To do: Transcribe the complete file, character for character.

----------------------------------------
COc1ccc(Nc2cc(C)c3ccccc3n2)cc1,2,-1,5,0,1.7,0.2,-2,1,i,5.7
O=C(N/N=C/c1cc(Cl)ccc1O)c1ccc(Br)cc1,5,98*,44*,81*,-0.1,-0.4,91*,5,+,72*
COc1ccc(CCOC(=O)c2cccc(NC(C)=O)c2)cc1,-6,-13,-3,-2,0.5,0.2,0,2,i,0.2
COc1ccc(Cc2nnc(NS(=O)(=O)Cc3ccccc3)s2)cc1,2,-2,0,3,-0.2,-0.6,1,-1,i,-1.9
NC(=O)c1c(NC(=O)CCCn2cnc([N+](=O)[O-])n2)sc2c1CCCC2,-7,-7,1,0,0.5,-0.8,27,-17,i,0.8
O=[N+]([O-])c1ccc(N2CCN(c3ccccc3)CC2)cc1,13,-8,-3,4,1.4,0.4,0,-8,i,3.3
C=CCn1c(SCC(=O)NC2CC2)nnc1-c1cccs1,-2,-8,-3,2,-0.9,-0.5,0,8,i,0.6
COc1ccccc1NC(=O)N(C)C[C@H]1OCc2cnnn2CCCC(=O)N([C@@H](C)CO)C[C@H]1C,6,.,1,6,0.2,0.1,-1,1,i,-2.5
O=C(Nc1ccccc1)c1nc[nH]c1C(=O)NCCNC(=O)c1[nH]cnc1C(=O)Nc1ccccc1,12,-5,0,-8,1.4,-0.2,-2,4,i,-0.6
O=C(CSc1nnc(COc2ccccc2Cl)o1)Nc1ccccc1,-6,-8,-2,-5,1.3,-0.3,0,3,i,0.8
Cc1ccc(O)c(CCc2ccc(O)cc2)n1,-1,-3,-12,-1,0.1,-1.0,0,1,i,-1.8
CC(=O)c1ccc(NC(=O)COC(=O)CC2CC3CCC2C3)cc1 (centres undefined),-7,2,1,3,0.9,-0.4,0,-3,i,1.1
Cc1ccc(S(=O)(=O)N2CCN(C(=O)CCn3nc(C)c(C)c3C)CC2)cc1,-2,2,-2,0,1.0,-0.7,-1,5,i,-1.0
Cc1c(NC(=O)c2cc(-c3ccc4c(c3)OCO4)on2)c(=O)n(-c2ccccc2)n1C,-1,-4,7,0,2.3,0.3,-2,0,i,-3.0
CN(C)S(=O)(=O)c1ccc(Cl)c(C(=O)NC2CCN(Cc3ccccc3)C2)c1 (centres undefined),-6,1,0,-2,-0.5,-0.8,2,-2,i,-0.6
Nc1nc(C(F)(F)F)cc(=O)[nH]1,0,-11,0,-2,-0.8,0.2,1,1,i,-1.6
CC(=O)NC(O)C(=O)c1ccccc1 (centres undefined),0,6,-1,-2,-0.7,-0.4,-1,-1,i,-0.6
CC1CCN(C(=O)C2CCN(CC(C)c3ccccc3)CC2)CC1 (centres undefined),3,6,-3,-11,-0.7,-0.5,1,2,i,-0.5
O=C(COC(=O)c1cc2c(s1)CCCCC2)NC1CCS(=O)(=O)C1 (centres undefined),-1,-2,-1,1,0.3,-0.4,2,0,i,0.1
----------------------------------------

COc1ccc(Nc2cc(C)c3ccccc3n2)cc1,2,-1,5,0,1.7,0.2,-2,1,i,5.7
O=C(N/N=C/c1cc(Cl)ccc1O)c1ccc(Br)cc1,5,98*,44*,81*,-0.1,-0.4,91*,5,+,72*
COc1ccc(CCOC(=O)c2cccc(NC(C)=O)c2)cc1,-6,-13,-3,-2,0.5,0.2,0,2,i,0.2
COc1ccc(Cc2nnc(NS(=O)(=O)Cc3ccccc3)s2)cc1,2,-2,0,3,-0.2,-0.6,1,-1,i,-1.9
NC(=O)c1c(NC(=O)CCCn2cnc([N+](=O)[O-])n2)sc2c1CCCC2,-7,-7,1,0,0.5,-0.8,27,-17,i,0.8
O=[N+]([O-])c1ccc(N2CCN(c3ccccc3)CC2)cc1,13,-8,-3,4,1.4,0.4,0,-8,i,3.3
C=CCn1c(SCC(=O)NC2CC2)nnc1-c1cccs1,-2,-8,-3,2,-0.9,-0.5,0,8,i,0.6
COc1ccccc1NC(=O)N(C)C[C@H]1OCc2cnnn2CCCC(=O)N([C@@H](C)CO)C[C@H]1C,6,.,1,6,0.2,0.1,-1,1,i,-2.5
O=C(Nc1ccccc1)c1nc[nH]c1C(=O)NCCNC(=O)c1[nH]cnc1C(=O)Nc1ccccc1,12,-5,0,-8,1.4,-0.2,-2,4,i,-0.6
O=C(CSc1nnc(COc2ccccc2Cl)o1)Nc1ccccc1,-6,-8,-2,-5,1.3,-0.3,0,3,i,0.8
Cc1ccc(O)c(CCc2ccc(O)cc2)n1,-1,-3,-12,-1,0.1,-1.0,0,1,i,-1.8
CC(=O)c1ccc(NC(=O)COC(=O)CC2CC3CCC2C3)cc1 (centres undefined),-7,2,1,3,0.9,-0.4,0,-3,i,1.1
Cc1ccc(S(=O)(=O)N2CCN(C(=O)CCn3nc(C)c(C)c3C)CC2)cc1,-2,2,-2,0,1.0,-0.7,-1,5,i,-1.0
Cc1c(NC(=O)c2cc(-c3ccc4c(c3)OCO4)on2)c(=O)n(-c2ccccc2)n1C,-1,-4,7,0,2.3,0.3,-2,0,i,-3.0
CN(C)S(=O)(=O)c1ccc(Cl)c(C(=O)NC2CCN(Cc3ccccc3)C2)c1 (centres undefined),-6,1,0,-2,-0.5,-0.8,2,-2,i,-0.6
Nc1nc(C(F)(F)F)cc(=O)[nH]1,0,-11,0,-2,-0.8,0.2,1,1,i,-1.6
CC(=O)NC(O)C(=O)c1ccccc1 (centres undefined),0,6,-1,-2,-0.7,-0.4,-1,-1,i,-0.6
CC1CCN(C(=O)C2CCN(CC(C)c3ccccc3)CC2)CC1 (centres undefined),3,6,-3,-11,-0.7,-0.5,1,2,i,-0.5
O=C(COC(=O)c1cc2c(s1)CCCCC2)NC1CCS(=O)(=O)C1 (centres undefined),-1,-2,-1,1,0.3,-0.4,2,0,i,0.1